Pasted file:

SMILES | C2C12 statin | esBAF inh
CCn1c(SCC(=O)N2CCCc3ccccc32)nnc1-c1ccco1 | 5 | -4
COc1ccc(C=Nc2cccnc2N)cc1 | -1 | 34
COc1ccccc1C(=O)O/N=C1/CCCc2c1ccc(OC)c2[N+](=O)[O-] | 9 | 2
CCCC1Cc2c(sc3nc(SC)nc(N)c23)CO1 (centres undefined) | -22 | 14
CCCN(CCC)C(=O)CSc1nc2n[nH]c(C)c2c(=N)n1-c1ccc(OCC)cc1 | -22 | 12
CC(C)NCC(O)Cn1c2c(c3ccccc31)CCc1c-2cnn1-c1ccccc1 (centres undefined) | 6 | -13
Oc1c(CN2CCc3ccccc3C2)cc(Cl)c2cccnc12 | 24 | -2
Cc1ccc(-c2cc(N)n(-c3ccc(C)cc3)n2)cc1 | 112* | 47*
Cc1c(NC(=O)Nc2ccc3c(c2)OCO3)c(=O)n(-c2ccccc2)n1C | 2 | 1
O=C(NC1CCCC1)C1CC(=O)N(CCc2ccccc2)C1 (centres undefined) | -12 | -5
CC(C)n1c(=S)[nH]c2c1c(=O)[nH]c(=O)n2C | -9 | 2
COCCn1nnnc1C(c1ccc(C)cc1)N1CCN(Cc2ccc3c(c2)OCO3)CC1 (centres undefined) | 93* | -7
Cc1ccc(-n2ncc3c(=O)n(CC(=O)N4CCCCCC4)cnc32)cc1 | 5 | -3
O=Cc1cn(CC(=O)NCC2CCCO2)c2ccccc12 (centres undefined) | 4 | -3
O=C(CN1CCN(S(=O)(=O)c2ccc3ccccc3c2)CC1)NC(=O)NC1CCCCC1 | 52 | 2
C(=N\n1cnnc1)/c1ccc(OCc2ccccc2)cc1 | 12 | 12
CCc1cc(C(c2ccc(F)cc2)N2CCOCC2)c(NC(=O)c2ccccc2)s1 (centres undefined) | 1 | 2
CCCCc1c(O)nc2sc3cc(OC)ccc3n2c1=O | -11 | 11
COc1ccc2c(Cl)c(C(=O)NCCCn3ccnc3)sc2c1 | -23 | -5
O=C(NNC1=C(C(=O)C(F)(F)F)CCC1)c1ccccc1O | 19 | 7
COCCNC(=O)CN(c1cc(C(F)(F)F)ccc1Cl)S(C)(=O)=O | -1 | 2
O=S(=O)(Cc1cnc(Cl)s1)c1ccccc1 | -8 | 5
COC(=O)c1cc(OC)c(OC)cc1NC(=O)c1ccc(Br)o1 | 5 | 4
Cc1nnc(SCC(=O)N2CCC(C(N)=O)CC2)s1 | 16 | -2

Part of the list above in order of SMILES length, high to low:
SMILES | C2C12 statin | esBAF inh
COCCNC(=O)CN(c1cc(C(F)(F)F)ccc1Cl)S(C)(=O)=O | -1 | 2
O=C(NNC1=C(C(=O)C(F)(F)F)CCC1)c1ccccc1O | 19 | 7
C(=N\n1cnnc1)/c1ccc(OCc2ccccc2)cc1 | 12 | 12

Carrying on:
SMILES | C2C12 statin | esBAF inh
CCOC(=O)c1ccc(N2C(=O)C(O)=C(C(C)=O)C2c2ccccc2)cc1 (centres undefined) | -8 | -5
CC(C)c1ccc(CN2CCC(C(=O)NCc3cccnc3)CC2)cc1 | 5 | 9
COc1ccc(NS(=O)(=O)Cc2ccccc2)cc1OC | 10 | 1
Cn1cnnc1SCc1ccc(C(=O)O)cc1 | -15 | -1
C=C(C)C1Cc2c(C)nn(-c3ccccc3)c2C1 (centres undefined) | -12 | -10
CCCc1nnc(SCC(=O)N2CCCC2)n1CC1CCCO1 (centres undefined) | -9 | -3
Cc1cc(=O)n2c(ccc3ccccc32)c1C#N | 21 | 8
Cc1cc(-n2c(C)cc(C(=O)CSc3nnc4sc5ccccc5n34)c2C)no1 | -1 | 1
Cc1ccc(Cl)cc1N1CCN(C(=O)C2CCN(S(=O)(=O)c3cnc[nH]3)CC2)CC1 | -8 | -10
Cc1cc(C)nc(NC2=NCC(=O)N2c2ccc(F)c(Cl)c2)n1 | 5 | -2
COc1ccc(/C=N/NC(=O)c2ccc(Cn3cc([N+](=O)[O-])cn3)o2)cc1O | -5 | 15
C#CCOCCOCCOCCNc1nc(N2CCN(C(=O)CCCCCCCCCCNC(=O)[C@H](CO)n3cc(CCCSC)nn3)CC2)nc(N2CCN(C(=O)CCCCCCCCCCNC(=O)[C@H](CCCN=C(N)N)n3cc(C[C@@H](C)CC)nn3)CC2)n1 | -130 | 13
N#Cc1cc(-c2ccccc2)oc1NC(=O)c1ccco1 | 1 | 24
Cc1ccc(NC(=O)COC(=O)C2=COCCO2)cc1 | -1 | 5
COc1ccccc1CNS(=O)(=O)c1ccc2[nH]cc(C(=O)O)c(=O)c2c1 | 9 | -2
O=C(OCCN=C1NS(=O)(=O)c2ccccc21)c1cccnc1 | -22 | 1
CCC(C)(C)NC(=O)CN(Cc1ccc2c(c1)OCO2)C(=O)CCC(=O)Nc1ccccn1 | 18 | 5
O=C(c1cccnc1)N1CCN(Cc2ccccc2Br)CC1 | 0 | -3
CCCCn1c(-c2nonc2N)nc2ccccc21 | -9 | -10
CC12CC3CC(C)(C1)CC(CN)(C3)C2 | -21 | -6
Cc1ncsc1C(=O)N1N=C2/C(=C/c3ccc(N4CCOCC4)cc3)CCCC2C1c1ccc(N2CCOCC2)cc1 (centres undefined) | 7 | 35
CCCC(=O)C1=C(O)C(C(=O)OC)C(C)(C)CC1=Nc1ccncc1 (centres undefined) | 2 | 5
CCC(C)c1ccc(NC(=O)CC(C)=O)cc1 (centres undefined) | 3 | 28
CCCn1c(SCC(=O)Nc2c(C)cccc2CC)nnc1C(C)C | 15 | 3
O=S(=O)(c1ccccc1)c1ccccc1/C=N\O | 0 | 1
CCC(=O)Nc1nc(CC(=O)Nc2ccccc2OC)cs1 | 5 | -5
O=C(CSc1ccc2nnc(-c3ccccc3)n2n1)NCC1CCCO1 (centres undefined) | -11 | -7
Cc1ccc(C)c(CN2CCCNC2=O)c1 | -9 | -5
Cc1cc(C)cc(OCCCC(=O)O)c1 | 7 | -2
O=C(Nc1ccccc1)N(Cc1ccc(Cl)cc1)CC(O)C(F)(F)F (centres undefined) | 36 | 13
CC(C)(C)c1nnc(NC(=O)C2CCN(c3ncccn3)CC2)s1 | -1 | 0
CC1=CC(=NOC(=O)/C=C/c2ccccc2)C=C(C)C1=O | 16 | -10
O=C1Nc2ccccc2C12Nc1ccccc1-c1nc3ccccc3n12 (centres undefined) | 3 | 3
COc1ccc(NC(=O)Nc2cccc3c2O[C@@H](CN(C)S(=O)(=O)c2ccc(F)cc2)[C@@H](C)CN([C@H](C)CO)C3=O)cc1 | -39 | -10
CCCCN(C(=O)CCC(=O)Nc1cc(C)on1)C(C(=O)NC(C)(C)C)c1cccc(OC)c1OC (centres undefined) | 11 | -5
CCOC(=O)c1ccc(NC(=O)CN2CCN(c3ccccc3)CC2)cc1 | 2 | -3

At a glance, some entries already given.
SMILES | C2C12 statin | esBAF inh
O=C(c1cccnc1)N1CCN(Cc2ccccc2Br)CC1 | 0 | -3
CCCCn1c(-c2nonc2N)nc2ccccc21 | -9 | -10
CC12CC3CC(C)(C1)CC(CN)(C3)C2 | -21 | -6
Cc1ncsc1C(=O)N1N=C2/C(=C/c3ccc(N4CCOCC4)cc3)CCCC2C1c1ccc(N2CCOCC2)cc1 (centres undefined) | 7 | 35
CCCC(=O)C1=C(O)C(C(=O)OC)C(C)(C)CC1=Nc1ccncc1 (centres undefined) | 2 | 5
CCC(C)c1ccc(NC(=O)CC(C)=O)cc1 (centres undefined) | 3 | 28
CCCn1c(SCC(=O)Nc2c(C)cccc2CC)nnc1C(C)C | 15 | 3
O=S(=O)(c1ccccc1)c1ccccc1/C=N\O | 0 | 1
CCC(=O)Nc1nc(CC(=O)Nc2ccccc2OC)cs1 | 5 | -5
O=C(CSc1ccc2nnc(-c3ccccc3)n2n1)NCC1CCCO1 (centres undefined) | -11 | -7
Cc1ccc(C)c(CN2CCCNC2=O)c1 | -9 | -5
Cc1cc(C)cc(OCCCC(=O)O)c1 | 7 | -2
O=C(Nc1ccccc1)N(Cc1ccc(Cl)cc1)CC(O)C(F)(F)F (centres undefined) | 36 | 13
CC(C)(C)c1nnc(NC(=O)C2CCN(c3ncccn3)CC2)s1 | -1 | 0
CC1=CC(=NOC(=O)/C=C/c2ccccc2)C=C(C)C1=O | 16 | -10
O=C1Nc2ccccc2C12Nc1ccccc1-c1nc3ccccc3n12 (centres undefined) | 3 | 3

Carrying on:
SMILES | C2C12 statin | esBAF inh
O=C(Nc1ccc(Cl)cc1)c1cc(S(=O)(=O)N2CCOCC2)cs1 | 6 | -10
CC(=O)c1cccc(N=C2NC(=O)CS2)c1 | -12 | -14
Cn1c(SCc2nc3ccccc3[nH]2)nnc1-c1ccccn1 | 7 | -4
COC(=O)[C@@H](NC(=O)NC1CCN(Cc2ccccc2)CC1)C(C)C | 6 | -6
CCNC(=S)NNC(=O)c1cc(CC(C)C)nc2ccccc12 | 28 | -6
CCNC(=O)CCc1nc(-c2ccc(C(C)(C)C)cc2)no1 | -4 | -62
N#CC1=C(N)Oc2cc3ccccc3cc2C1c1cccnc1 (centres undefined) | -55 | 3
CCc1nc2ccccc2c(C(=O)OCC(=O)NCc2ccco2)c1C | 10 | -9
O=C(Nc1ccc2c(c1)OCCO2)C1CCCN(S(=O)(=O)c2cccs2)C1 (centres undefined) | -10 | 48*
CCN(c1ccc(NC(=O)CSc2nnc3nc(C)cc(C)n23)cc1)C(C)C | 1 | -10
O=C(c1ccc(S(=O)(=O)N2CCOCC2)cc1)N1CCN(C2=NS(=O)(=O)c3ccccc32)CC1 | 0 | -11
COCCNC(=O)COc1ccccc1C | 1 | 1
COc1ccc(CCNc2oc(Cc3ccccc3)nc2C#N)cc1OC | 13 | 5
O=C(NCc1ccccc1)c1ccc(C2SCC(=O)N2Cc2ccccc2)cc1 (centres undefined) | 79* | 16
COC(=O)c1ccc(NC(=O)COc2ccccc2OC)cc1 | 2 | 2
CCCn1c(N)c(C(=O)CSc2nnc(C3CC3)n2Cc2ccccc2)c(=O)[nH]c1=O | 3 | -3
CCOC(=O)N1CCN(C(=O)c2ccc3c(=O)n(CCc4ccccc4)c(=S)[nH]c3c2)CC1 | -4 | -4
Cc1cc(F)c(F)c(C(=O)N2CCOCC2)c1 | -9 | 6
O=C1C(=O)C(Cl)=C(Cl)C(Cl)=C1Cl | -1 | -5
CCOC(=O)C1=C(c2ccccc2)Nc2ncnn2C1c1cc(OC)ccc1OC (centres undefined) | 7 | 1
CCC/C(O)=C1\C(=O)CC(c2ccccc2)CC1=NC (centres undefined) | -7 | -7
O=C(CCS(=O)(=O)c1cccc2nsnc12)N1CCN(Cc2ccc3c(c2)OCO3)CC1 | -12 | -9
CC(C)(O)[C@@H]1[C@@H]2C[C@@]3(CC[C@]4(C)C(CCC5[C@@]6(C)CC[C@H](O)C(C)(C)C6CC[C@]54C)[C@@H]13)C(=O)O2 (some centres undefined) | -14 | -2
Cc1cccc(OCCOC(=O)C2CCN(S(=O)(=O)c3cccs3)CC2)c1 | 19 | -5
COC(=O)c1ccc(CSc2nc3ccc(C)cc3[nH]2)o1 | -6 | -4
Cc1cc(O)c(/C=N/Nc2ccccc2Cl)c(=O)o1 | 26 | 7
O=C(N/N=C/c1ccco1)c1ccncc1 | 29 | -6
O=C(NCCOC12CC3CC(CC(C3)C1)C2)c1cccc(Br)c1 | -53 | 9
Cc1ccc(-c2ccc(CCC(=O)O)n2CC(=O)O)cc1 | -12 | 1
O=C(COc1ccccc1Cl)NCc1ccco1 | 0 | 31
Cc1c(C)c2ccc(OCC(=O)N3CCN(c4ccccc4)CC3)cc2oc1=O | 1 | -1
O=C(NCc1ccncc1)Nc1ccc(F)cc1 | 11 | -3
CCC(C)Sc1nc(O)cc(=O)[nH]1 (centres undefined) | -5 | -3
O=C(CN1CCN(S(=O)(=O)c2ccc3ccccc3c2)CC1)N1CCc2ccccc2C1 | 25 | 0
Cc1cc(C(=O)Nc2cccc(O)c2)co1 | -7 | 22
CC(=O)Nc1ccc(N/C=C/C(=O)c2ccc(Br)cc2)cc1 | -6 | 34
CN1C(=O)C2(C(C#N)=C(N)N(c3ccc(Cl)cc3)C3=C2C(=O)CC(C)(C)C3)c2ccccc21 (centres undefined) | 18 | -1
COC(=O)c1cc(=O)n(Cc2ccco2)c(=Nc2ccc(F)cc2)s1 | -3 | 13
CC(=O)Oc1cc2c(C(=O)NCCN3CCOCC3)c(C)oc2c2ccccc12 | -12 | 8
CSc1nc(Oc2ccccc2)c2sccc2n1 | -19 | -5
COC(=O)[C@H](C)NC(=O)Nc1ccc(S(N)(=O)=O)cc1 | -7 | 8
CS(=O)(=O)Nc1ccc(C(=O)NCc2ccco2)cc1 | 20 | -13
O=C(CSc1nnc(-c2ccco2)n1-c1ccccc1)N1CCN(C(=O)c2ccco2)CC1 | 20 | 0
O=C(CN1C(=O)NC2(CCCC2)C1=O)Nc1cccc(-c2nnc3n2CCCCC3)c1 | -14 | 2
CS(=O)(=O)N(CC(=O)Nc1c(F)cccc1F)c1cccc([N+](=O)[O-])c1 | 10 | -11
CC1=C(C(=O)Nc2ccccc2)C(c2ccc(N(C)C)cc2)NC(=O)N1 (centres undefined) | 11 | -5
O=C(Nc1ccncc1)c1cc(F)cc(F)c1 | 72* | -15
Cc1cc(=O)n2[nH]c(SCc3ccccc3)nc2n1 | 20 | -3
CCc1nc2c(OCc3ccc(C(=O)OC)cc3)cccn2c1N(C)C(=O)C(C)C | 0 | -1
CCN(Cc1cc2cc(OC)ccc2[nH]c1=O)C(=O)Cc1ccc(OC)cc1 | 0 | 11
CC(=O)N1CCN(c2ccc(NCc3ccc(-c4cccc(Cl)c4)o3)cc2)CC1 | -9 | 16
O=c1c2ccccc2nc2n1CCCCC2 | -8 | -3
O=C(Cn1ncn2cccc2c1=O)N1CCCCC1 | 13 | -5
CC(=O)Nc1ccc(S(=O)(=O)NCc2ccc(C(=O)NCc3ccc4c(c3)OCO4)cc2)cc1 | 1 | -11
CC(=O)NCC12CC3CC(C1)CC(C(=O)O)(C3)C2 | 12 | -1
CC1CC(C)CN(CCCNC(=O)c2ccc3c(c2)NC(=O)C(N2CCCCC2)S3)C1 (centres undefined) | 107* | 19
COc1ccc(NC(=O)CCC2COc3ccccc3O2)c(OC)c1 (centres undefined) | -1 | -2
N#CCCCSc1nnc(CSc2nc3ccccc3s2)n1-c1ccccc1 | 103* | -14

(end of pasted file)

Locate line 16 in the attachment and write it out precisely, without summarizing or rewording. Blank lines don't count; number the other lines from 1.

O=C(CN1CCN(S(=O)(=O)c2ccc3ccccc3c2)CC1)NC(=O)NC1CCCCC1 | 52 | 2